Roads Rivers and Trails

Dream. Plan. Live.

Live Hopeful. Act Global.

Taking Action

by Will Babb

If you’re reading this, chances are you, like me, have a passion for being outside, traipsing across mountains and down rivers. If that’s the case, I’m fairly confident you also care about environment sustainability. It doesn’t take an expert to realize that our environment is at a crucial point, in need of action. Many people are under the illusion that the only way to protect the earth from pollution, climate change, resource consumption, and a variety of other issues are through giant, expensive actions. While coating the entire surface of Kansas in wind turbines could have a tremendous impact on some of the current environmental issues, doing so isn’t practical.

I’d like to place an emphasis on the often-overlooked smaller actions that are easy to incorporate into your life and still can have an impact. This summer, RRT would like to challenge you to take on these 6 small actions through out “Live Hopeful. Act Global” Campaign. Although small, through collective action these ideas can have an impact. I challenge you to do these, but the goal is that in doing so you form eco-friendly habits that continue beyond this summer.


  • No Straws

According to The Plastic Pollution Condition, over 500 million plastic straws are used in the United States each day. Inevitably, a good portion of these straws end up in the ocean, where they contribute to the nearly 46,000 pieces of plastic in each square mile of ocean. To help put that into perspective, take a look at artist Chris Jordan’s stunning rendition of Van Gogh’s “Starry Night” that depicts just how much plastic that is. Check out a few of his other artworks in “Running the Numbers” if you’re interested in seeing a bit more about this issue and others. This month, try to go without using any plastic straws. Request your drink without them, or bring a reusable straw if you absolutely must use one. It’s a small piece that people don’t realize contributes to pollution, but it’s enough of an issue that Seattle has banned plastic straws to combat increased pollution.


  • Reusable Water Bottles and Coffee Mugs

This is an issue that I struggle with on a near daily basis. It’s too easy to walk down the street and grab my usual cup of coffee from the Main Cup, then throw that cup away a half hour later. Try grabbing a Yeti Rambler instead or take a mug with you to the coffee shop and save the waste. In just a month I’ve made using a Yeti mug a habit. If coffee isn’t for you, try a Nalgene water bottle instead of disposable plastic bottles. Around 400,000 plastic bottles are used each minute in the US, so pick up reusable water bottle or a snazzy Yeti mug at RRT to help put an end to excessive waste.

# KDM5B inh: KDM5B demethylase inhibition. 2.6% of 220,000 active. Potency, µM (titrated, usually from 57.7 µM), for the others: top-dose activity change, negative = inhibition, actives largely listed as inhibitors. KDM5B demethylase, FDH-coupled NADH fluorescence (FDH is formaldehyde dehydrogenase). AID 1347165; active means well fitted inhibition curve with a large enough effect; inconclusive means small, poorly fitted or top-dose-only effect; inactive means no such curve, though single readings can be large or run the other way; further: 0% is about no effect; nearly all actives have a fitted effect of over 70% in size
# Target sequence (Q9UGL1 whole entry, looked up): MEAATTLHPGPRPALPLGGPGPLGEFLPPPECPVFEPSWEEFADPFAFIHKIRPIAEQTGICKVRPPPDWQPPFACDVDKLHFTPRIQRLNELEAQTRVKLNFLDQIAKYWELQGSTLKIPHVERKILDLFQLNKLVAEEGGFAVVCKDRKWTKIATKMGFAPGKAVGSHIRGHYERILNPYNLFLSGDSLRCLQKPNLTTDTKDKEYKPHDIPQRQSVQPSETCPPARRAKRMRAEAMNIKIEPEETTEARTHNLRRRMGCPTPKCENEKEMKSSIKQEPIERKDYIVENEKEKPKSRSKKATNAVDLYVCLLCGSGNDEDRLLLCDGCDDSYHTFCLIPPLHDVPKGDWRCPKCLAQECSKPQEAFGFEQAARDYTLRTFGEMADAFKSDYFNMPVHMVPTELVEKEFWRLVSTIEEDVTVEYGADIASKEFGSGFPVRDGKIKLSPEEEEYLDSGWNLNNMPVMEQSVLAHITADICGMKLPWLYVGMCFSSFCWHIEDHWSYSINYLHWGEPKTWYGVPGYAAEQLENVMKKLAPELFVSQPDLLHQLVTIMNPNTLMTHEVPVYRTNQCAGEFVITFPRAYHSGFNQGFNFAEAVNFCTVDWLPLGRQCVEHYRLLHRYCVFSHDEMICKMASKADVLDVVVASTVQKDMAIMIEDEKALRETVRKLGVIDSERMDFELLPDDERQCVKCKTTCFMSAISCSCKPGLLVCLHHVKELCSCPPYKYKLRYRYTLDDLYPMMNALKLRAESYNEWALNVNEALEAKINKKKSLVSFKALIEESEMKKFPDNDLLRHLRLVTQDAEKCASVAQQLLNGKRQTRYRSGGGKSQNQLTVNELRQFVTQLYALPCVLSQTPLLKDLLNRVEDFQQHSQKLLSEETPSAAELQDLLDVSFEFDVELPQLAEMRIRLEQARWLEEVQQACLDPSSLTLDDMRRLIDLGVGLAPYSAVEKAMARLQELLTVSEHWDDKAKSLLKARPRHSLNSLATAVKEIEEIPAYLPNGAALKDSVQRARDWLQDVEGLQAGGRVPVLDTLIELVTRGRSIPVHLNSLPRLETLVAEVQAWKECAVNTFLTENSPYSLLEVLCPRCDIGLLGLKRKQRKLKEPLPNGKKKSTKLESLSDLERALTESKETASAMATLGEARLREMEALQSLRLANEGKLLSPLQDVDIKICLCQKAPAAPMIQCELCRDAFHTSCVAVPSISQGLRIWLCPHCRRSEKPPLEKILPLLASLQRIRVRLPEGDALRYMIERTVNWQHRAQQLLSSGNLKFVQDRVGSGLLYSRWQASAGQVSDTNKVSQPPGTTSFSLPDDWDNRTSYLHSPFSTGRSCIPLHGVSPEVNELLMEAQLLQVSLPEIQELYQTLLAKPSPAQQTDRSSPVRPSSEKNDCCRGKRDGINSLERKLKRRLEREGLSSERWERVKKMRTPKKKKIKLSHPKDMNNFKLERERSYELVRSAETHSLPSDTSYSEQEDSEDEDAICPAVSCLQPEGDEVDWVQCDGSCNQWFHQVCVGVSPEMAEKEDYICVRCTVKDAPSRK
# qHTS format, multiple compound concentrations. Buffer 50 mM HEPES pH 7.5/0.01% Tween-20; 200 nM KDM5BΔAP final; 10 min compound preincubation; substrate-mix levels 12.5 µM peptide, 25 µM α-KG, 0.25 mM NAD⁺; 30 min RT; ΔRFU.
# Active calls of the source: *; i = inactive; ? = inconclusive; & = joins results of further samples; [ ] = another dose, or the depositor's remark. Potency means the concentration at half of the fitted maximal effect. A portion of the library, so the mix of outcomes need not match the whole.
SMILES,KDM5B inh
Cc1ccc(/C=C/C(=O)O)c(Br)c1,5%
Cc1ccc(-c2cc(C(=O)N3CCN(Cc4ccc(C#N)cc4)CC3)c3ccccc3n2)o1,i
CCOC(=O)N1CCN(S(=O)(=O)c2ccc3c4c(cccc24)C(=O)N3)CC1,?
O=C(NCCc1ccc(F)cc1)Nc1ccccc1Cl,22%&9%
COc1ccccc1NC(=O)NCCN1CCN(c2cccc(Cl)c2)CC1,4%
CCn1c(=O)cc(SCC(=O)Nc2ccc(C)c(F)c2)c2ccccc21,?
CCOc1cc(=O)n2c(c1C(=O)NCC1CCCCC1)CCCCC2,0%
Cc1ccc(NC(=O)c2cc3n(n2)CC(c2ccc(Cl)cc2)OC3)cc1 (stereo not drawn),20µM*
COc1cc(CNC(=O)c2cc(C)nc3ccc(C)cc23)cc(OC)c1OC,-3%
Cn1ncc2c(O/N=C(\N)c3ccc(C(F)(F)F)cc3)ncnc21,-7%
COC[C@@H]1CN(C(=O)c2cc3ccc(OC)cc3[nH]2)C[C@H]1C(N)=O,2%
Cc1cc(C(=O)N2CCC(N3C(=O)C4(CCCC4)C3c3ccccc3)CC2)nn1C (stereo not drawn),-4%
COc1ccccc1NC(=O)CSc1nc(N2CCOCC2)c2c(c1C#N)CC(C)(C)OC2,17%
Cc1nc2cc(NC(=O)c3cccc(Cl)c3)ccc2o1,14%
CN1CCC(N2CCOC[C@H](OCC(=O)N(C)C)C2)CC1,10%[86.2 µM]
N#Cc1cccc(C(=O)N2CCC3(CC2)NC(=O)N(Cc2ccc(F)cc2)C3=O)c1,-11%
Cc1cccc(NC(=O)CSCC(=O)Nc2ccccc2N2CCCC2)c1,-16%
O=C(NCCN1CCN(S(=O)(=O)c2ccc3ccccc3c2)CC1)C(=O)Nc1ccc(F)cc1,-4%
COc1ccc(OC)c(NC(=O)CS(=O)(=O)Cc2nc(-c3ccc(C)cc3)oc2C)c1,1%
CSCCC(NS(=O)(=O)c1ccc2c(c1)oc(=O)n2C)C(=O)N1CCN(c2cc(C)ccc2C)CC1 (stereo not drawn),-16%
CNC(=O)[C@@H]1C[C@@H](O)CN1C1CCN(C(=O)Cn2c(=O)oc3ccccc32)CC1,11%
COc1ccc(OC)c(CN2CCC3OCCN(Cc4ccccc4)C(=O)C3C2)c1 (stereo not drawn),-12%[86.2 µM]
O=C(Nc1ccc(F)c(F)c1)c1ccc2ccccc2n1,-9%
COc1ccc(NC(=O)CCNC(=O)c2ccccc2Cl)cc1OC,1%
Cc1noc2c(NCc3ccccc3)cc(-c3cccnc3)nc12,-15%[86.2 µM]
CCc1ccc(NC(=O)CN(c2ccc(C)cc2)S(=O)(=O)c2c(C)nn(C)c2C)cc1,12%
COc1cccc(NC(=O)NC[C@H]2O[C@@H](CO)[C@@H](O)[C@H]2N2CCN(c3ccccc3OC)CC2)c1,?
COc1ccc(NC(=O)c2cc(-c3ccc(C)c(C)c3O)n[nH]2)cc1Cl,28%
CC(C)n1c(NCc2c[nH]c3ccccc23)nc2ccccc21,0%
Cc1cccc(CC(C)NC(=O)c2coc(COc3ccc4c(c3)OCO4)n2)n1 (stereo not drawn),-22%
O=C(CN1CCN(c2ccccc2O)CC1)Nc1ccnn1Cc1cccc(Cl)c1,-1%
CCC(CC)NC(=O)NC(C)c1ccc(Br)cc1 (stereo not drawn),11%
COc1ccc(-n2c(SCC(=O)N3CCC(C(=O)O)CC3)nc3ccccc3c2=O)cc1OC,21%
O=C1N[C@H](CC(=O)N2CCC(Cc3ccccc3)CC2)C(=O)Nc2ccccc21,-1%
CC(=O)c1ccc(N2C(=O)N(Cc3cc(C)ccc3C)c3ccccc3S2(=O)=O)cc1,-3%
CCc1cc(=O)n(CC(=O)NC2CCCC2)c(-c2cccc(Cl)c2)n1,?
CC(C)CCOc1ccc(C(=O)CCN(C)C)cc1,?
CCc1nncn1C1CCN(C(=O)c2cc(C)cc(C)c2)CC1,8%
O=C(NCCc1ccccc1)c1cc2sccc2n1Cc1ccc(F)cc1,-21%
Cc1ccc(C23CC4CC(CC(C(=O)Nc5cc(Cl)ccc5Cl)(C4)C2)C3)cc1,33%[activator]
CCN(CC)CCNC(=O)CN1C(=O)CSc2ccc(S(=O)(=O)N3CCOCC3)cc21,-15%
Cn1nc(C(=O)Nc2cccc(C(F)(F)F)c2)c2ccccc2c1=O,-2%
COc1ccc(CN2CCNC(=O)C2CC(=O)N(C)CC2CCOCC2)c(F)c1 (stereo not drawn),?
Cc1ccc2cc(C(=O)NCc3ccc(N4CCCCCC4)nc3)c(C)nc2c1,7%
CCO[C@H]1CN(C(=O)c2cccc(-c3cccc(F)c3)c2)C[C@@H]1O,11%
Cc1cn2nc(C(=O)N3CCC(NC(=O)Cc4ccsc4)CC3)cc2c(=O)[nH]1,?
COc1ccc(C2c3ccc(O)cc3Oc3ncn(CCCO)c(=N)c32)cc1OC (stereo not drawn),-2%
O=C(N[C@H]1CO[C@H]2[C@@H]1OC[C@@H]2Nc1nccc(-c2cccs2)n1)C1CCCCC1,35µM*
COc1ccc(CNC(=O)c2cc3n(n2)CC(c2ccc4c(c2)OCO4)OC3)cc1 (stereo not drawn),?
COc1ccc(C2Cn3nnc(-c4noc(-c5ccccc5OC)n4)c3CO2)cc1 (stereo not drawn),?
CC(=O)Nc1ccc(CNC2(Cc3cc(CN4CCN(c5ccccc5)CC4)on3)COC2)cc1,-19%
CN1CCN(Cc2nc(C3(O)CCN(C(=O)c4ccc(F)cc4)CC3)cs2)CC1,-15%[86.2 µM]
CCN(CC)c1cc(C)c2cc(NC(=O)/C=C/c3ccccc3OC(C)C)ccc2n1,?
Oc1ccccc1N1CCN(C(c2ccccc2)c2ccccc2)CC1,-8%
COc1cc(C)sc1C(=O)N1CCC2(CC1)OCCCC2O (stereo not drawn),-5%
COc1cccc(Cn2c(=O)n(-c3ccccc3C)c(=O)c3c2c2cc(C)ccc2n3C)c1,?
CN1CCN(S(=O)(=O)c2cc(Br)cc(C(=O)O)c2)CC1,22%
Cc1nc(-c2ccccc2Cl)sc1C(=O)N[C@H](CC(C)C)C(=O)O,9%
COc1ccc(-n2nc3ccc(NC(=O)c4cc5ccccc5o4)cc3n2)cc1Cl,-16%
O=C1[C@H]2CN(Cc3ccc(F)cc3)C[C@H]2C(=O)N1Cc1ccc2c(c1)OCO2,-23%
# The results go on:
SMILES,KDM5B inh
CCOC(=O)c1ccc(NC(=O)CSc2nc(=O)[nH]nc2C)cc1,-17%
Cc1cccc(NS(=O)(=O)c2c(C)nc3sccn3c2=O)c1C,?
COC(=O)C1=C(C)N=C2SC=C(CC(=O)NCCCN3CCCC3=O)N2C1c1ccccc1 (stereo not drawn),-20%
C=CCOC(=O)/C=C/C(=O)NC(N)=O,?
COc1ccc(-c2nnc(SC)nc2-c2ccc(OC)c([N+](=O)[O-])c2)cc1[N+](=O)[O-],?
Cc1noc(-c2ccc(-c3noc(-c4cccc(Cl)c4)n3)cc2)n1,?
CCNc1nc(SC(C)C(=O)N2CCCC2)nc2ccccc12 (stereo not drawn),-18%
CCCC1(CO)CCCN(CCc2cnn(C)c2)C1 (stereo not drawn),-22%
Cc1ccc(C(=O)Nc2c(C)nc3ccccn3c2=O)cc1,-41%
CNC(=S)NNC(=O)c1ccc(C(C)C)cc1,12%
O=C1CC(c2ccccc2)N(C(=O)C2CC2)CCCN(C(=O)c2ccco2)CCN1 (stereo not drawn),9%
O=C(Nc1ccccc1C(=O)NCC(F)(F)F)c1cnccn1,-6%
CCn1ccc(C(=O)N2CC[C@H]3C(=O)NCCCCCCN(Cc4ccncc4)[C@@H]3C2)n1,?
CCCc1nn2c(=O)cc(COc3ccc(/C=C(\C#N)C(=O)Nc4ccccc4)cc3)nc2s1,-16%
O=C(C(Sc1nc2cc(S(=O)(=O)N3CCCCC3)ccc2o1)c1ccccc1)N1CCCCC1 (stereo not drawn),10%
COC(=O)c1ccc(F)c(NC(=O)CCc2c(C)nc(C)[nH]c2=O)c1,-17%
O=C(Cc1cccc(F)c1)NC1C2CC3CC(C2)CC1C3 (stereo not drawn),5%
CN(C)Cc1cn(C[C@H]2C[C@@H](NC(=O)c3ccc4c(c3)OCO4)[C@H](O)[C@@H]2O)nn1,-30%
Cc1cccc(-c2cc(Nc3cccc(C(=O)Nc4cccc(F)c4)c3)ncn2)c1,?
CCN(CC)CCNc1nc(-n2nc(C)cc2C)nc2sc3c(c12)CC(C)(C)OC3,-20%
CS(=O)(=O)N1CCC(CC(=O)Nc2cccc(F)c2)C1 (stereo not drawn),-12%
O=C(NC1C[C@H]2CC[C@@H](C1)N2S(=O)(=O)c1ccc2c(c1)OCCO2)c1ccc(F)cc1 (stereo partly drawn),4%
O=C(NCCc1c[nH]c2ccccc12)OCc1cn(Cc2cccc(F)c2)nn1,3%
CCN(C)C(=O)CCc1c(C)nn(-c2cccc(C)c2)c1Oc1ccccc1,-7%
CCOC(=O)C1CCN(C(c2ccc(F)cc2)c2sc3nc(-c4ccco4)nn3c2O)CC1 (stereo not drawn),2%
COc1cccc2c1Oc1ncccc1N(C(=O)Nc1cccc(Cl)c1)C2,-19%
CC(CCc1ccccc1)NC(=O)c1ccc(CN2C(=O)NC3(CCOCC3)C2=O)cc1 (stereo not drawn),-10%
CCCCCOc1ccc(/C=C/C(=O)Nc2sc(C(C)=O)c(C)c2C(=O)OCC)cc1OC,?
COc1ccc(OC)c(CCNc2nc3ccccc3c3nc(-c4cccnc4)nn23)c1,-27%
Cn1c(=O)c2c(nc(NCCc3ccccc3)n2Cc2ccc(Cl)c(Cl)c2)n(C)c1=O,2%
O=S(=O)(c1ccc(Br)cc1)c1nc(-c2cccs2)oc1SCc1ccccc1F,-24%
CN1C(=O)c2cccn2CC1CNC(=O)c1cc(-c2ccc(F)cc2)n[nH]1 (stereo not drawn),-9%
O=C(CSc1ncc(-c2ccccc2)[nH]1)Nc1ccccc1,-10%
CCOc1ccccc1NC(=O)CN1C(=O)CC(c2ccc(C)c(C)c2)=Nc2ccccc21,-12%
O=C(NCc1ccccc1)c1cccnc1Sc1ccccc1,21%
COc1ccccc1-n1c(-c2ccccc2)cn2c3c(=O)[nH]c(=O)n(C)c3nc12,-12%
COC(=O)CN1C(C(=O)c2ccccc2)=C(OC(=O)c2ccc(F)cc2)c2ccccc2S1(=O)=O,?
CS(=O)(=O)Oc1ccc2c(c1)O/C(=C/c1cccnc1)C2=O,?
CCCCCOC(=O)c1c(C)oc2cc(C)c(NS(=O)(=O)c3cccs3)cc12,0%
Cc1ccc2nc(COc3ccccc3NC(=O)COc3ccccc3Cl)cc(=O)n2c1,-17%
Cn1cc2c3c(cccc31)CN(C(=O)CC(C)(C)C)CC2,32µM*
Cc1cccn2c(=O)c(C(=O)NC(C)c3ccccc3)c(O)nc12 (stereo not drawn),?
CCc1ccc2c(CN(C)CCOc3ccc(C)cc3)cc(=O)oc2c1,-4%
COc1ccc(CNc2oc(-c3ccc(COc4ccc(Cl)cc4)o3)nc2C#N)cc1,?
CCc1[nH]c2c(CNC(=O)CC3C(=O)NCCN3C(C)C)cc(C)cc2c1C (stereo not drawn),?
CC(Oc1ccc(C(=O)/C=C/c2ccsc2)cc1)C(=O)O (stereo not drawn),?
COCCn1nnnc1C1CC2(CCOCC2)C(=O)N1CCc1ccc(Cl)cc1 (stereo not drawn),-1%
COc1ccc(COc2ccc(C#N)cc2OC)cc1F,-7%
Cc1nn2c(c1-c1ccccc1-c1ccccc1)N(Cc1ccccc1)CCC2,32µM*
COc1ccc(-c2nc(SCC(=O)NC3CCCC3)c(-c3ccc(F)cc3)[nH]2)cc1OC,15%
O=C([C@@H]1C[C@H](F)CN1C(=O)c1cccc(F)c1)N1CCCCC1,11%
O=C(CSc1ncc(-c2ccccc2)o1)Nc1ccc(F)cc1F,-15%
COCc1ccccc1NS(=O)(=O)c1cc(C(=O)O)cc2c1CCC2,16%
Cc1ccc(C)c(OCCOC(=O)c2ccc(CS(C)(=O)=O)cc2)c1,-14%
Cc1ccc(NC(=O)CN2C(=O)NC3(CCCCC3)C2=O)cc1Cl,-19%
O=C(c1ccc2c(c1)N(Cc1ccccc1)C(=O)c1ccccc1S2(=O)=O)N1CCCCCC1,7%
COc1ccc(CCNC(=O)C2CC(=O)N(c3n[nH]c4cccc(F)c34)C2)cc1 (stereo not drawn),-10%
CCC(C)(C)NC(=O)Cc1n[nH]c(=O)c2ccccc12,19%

• Reusable Containers Instead of Plastic Bags

I’ve got a bad habit of packing my lunch for work in Ziploc bags almost every day. I’ll throw my sandwich and crackers into separate plastic bags because that’s the easiest way to pack. I’ve challenged myself not to do this anymore, however. I’m now taking a few extra minutes in the morning to pack my food into plastic containers that I can easily wash and reuse. If you do the same, it’ll make quite an impact on plastic pollution.


  • Reusable grocery bags

Try bringing your own grocery bags to the store instead of using plastic bags over and over again. Look here for a staggering glimpse at just how many plastic bags the world consumes- 240,000 every ten seconds. On average, each of these bags is only used for twelve minutes. It’s not just the pollution from thrown-out bags that is damaging the environment. The ecological cost of producing plastic is quite detrimental. If you can go without plastic bags for a month, and even beyond that, the world might end up a bit cleaner. I think you’ll find that once you get into the habit of using reusable bags, it’s just as easy.


  • Locally grown produce

You might not realize it, but the carbon pollution that goes into producing your store-bought fruits and vegetables is astounding. The global food system is responsible for a significant amount of global greenhouse gas emissions, with the transportation of food products being one of those contributors. Buying locally grown produce from a farmer’s market can impact these emissions by cutting back on the carbon emissions associated with transporting produce grown across the country to local distributors.


  • Skip one drive per week

Automobiles are another huge contributor to fossil fuel combustion and greenhouse gas emissions. With 260,000 gallons of gasoline burned in the US every minute, the ecological cost of driving is extremely high. My challenge is to skip one drive per week- walk to the grocery store, bike to work, or share a ride with a friend. Cutting out one drive each week is a good start to slowly decreasing the incredible fuel costs on the environment.


Interested in joining the “Live Hopeful. Act Hopeful” Campaign by implementing these small actions into your daily routine? Head over to our Facebook page to comment with summer commitment and get rewarded with an in-store 20% discount!